The association has been aggressively pursuing the counterfeit sites, winning a court order earlier this year that halted about 1,100 foreign-based sites and froze nearly $1 million in PayPal transactions alone, Lang says.

The problem had been accelerating at a break-neck pace, says Roanna Rose, owner of TJ Formal in Joplin, Missouri, who has been monitoring the scam sites for the association. When she first started keeping track in 2011, she had a list of about 150 suspected scam sites. The list now totals more than 7,000.

Some are particularly enterprising, Rose says. One counterfeiting site even used photos of the inside of her very own store to appear legitimate, she says.

"I had a huge online business and it dwindled down to nothing," Rose says. "I blame the counterfeiters."

HOW TO SPOT A FAKE

Warning signs abound for dresses that are not real. Seeing a big discount on a name-brand dress, or promises of inexpensive custom orders, are the biggest warning signs. Wedding dress prices are largely controlled by the makers and distributors, industry officials say.

Before ordering, be sure the site or retailer is on a list of authorized sellers of the dress manufacturer, the bridal association recommends. Consumers can also check reviews posted to the Better Business Bureau site (BBB.org) or to forums such as RipoffReport.com and SiteJabber.com.

Also, be sure of the origins of the site. Consumers have far more protection when buying from U.S. vendors. Nearly every site on the bridal association's watch list is based in China, says Rose.

But not everyone who buys a cheap dress online is getting scammed, Rose notes. She actually has had customers come to the store to ask to get measured so they could buy the cheap fake online.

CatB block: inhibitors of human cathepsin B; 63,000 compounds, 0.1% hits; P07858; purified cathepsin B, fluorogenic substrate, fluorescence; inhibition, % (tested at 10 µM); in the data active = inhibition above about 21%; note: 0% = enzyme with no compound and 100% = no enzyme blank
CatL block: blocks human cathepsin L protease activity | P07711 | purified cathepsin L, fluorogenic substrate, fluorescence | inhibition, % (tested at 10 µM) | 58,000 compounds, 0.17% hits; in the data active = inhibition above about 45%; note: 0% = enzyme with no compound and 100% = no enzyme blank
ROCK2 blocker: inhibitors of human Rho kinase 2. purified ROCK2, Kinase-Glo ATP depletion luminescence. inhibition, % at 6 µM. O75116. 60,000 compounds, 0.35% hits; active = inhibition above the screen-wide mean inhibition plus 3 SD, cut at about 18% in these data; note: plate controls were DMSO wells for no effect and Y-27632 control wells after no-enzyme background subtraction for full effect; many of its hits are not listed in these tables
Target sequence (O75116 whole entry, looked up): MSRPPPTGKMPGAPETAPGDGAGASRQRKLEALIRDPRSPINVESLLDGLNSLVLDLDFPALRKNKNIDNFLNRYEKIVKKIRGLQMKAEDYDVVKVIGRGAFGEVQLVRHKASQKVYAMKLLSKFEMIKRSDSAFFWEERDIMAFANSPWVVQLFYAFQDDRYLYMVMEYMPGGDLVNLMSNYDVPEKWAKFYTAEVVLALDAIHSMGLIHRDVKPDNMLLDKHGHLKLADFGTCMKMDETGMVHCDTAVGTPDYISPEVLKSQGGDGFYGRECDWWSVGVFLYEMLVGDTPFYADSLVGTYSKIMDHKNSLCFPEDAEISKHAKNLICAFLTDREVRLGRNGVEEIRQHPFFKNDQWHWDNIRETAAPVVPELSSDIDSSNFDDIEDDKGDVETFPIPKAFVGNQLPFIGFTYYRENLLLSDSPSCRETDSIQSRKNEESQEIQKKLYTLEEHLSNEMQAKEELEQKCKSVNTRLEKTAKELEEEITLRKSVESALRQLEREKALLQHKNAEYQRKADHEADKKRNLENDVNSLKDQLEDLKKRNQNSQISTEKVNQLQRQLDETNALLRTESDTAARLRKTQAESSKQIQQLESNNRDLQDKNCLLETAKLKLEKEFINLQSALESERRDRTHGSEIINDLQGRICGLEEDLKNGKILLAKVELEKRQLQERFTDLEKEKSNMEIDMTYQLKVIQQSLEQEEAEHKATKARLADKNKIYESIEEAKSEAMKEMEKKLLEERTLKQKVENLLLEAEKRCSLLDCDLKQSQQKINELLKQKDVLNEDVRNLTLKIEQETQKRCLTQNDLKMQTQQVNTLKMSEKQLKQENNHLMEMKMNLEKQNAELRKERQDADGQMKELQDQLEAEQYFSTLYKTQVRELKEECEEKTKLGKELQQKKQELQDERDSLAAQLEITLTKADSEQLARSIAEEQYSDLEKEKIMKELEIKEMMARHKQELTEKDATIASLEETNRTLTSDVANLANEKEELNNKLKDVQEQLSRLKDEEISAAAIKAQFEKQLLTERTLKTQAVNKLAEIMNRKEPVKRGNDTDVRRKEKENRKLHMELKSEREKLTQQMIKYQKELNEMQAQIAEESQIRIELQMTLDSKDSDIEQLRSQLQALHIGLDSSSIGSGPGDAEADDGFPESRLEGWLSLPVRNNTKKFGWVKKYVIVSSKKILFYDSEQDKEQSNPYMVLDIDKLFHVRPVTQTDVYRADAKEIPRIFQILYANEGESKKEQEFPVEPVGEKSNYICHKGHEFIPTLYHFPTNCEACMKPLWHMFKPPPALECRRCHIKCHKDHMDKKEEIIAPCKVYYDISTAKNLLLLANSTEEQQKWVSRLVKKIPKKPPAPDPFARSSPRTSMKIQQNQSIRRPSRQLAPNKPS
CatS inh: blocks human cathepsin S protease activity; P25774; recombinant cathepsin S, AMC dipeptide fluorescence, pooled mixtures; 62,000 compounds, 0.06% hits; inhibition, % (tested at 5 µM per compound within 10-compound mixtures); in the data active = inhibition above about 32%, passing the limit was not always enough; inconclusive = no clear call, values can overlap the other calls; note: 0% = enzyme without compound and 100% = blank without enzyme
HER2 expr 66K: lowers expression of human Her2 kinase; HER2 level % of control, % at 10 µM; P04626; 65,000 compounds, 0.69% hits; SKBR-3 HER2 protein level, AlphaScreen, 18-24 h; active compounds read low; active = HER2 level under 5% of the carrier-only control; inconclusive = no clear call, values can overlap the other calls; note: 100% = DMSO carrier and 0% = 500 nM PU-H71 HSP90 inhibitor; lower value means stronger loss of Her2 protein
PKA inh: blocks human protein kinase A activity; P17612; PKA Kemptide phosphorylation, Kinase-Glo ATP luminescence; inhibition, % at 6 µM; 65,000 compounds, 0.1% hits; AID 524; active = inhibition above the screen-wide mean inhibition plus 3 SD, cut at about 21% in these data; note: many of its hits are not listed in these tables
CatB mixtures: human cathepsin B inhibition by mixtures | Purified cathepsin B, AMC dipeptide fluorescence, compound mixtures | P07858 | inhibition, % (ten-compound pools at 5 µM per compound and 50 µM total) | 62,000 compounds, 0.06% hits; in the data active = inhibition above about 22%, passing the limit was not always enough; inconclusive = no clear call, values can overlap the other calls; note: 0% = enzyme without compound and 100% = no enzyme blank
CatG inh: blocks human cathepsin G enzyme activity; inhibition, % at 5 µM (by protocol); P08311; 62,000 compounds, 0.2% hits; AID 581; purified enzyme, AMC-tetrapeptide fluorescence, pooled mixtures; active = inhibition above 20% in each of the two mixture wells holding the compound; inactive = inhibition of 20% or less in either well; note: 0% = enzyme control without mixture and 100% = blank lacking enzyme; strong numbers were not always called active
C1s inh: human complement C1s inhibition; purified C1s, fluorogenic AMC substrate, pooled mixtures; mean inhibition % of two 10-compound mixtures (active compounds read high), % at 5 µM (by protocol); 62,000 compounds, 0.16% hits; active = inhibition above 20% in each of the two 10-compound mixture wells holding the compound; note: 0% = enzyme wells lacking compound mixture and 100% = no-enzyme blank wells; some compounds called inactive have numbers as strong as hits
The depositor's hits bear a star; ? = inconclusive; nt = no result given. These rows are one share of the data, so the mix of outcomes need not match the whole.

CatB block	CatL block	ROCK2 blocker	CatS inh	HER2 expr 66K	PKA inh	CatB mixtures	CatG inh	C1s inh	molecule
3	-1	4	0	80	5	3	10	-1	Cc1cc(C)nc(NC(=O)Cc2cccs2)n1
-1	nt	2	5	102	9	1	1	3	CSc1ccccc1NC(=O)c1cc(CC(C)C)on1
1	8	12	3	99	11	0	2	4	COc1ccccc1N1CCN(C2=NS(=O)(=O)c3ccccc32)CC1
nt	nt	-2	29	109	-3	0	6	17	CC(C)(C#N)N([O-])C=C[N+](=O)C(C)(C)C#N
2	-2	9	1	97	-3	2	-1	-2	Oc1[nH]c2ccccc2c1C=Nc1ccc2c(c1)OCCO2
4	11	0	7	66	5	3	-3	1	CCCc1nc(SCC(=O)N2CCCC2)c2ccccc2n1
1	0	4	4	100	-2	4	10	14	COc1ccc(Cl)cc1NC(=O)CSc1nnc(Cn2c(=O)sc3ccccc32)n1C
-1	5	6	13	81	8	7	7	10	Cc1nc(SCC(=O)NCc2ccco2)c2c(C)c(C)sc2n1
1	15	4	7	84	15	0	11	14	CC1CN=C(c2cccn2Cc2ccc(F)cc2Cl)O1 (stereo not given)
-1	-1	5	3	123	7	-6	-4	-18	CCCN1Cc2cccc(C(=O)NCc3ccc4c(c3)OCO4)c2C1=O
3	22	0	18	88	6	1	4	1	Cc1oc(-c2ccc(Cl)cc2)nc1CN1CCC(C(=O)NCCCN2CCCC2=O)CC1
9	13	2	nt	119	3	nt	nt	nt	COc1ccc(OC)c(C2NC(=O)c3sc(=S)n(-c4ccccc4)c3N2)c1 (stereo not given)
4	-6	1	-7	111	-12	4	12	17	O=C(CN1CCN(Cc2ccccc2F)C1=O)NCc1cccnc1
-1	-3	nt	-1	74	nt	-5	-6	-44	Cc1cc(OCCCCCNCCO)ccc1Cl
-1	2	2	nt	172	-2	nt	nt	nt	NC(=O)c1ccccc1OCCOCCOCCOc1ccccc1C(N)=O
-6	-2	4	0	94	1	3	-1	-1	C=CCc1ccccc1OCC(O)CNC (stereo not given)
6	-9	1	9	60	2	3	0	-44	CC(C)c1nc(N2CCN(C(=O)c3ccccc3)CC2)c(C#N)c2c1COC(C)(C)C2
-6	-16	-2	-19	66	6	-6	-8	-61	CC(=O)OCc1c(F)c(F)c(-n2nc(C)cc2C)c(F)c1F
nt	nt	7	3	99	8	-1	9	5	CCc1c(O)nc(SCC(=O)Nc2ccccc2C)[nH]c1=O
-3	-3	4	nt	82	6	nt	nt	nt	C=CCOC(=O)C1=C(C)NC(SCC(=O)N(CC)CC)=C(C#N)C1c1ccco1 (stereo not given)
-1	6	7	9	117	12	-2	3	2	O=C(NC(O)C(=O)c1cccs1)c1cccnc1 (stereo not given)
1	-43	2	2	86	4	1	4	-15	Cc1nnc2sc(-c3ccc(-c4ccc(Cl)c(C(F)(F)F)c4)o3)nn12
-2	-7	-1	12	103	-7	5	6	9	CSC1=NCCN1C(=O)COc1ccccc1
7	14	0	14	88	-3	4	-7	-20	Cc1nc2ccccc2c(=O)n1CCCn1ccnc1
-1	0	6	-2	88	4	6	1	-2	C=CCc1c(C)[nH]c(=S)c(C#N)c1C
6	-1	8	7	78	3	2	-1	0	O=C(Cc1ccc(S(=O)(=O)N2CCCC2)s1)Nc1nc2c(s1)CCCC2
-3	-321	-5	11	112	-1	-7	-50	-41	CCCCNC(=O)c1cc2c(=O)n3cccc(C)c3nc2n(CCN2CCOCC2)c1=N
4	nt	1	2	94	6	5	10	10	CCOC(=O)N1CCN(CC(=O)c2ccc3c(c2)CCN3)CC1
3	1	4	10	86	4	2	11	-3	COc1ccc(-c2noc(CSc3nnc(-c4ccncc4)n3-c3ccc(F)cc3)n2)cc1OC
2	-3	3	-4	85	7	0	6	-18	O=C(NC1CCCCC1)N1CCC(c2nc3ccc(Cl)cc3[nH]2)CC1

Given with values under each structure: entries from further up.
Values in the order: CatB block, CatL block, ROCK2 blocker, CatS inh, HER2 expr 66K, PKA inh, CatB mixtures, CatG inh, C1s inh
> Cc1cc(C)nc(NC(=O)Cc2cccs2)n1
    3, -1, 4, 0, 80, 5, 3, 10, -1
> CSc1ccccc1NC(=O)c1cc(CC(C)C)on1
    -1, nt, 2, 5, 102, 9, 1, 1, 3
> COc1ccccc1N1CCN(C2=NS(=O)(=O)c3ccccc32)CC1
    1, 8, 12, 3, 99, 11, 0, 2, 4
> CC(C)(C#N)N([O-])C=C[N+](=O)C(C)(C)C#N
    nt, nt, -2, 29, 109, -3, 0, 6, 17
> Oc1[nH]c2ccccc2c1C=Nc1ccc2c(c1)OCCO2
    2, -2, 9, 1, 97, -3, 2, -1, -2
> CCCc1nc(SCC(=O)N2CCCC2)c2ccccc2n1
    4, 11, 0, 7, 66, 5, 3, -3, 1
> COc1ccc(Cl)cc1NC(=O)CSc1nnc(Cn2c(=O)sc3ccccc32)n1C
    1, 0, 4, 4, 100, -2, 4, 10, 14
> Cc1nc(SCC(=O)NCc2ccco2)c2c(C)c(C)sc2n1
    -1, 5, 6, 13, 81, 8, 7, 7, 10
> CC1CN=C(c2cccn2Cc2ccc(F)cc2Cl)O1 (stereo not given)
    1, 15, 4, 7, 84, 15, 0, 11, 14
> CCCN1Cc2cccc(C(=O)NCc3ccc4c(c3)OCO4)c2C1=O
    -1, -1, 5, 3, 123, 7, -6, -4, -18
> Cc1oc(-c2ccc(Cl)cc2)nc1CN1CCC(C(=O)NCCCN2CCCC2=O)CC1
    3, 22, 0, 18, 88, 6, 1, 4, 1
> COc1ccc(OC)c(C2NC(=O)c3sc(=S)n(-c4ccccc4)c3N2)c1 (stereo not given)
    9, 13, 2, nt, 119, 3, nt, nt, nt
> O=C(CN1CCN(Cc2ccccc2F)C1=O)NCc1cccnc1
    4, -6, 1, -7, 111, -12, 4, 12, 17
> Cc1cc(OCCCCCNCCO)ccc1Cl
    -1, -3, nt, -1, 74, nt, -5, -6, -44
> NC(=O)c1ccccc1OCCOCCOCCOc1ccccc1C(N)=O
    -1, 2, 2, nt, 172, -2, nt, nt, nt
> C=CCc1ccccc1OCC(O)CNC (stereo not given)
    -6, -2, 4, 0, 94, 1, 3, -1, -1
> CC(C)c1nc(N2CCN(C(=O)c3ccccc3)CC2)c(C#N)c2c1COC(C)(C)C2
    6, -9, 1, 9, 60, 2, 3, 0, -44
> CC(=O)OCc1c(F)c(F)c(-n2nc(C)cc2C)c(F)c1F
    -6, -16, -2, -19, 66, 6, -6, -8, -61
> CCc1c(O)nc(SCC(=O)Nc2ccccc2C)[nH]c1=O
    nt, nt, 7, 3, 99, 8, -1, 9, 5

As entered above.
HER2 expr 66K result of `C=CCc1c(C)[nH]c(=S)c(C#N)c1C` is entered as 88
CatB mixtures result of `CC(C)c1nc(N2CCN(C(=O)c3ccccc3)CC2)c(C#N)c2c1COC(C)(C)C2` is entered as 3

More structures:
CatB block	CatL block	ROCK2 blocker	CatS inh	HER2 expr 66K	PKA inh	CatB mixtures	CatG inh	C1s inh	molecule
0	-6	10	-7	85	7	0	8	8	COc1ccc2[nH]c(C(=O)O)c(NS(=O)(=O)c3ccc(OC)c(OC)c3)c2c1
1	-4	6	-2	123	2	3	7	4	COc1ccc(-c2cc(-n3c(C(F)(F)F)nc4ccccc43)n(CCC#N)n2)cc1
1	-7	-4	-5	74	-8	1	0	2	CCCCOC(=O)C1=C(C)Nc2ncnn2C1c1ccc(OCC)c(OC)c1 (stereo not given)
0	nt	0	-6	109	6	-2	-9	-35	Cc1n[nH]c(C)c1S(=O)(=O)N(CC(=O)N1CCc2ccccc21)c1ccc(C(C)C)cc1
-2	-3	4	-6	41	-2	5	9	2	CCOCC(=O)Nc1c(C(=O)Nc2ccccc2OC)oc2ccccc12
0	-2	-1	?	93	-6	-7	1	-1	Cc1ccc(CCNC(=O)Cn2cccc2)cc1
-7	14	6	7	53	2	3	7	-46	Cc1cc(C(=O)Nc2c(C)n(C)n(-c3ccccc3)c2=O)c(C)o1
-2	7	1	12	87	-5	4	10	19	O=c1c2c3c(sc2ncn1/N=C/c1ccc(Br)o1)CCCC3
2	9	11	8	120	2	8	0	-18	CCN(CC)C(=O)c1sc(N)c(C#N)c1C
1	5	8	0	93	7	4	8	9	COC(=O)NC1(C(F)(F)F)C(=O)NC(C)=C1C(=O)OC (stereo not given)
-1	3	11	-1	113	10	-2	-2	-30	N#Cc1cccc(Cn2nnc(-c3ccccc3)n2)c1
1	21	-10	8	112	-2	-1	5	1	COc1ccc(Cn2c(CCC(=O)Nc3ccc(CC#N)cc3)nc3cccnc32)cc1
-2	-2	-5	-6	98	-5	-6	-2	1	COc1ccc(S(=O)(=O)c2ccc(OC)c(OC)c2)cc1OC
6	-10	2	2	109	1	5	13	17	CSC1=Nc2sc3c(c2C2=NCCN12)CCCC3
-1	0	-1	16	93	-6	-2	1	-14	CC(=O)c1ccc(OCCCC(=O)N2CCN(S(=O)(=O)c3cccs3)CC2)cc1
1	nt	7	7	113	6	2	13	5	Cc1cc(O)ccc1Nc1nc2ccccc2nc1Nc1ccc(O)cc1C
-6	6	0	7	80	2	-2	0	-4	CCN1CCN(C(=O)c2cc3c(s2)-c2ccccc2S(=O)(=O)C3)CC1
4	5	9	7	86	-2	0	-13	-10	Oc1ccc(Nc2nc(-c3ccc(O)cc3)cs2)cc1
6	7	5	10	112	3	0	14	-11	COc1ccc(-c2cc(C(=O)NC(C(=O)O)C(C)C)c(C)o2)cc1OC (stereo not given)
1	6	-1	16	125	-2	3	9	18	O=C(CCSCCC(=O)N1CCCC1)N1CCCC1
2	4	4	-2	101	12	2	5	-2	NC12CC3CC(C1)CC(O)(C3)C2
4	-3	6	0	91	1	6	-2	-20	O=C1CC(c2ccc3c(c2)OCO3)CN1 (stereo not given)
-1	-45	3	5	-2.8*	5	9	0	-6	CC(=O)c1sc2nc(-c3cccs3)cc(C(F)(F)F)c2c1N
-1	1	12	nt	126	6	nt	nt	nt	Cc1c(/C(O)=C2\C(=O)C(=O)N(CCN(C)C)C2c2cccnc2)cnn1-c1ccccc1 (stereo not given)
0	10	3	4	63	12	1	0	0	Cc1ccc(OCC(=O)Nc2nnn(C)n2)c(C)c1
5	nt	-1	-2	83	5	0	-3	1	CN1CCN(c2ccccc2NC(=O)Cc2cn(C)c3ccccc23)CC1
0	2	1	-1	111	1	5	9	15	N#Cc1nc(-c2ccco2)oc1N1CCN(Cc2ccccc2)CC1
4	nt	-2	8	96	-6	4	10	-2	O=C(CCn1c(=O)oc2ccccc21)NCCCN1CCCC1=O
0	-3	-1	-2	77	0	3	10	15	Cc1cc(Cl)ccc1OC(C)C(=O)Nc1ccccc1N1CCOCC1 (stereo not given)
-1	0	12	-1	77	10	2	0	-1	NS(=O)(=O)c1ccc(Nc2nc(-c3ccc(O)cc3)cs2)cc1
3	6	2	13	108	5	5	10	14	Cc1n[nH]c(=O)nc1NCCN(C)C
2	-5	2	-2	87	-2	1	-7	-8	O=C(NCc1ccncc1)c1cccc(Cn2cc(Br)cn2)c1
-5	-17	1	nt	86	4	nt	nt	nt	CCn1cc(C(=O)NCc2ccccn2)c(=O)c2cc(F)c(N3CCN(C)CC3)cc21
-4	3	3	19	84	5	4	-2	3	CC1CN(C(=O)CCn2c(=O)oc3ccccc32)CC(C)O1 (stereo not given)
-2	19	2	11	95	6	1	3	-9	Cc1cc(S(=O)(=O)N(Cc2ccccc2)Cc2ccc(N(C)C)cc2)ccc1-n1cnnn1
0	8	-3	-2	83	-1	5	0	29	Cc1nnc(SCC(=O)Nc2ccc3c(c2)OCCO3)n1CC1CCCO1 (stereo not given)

(The author is a Reuters contributor. The opinions expressed are his own.)

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Editing by Beth Pinsker, Lauren Young and Lisa Shumaker)

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Comments (2)
ganstaboo wrote:
I’m not sure why it matters if a wedding dress is fake (or even what that really means; after all if the dress looks good in the pictures and doesn’t cause some sort of rash then isn’t it serving its purpose? I mean who plans on wearing a wedding dress more than once, and if you’re upset that the brand is not actually the brand, perhaps you are should stop worrying about the status of the clothing label and worry about why you are so shallow.

May 02, 2014 4:12pm EDT  --  Report as abuse
irish80 wrote:
I think it matters because these sites are selling counterfeit goods. It’s not about being shallow or spending a certain amount on a dress, it’s about getting the product that you order. Buying based on a brand label is also done to ensure quality, and that’s something that you can’t be sure of if ordering from a counterfeit site. These sites are putting US stores out of business, causing huge profit and job losses, and are scamming shoppers, which is a terrible shame.

May 05, 2014 6:16am EDT  --  Report as abuse